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Is Sex Painful? 5 Tips To Ease Pain During Sex

Sex can be termed as just the right mixture of pain and pleasure. But when the pleasure factor increases you need to do something about it.

Is Sex Painful? 5 Tips To Ease Pain During Sex

Eased down the pain during sex

Whenever sex turns painful you tend to seek out medical assistance. Most of the time your decision might be right but in several cases the whole problem can be traced back to some of your actions made in haste only. When something which was supposed to give you pleasure turns into a nightmare, you tend to get sullen and withdrawn. Most of the conditions causing the pain are easily treatable. Read on below to get some helpful tips on how to reduce the pain and increase the pleasure quotient.

Take it slow - Patience is the key to happiness, be it physical or mental. Don't rush into the act. You should have at least some basic information about what you're getting into. Passion is good but if it is left unleashed it could be very harmful. Don't tense up, it will alleviate your stress level and the enjoyment factor will come down a notch. Relax and get into the mood straight on.

Try After Some Time - For all of you thinking about hitting the ground running without breaking stride there's some bad news. The first time will not necessarily be good, but this does not mean you will lower your expectations. Just take a break. Don't take the incident as a failure. Learn from it then laugh it off.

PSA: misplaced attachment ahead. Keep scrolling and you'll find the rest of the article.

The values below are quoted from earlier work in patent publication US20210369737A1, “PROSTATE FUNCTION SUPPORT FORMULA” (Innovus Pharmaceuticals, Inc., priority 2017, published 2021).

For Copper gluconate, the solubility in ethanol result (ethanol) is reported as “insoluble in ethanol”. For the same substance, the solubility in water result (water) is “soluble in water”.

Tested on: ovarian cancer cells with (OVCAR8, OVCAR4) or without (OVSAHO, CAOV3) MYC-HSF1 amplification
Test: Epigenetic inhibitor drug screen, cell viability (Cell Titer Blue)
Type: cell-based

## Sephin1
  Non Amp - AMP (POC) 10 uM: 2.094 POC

Lubrication - There is nothing shameful in wanting to reduce your pain! Different type of lubricants are available in the market and just have your pick. Several gynaecologists especially recommend a natural oil for women who have vulvodynia or vestibulitis/vestibulodynia. "A lack of lubrication is hands down the most common cause of painful sex," says Debby Herbenick, Ph.D., associate director of the Center for Sexual Health Promotion at Indiana University.

Foreplay - Foreplay helps to set the mood. It distracts you from the pain. Moreover, it leads to arousal. An aroused body secretes enough liquid to lubricate itself. Most women need a good 20 minutes of foreplay to make sure their parts are ready for action.

Discuss Your Thoughts - Share your experience. It will help to solve the first-time problems. Remember that communication is the key to smooth out the process. Seeing a therapist to work through issues such as sexual guilt, shame or trauma could also be helpful in solving the painful intercourse problem.



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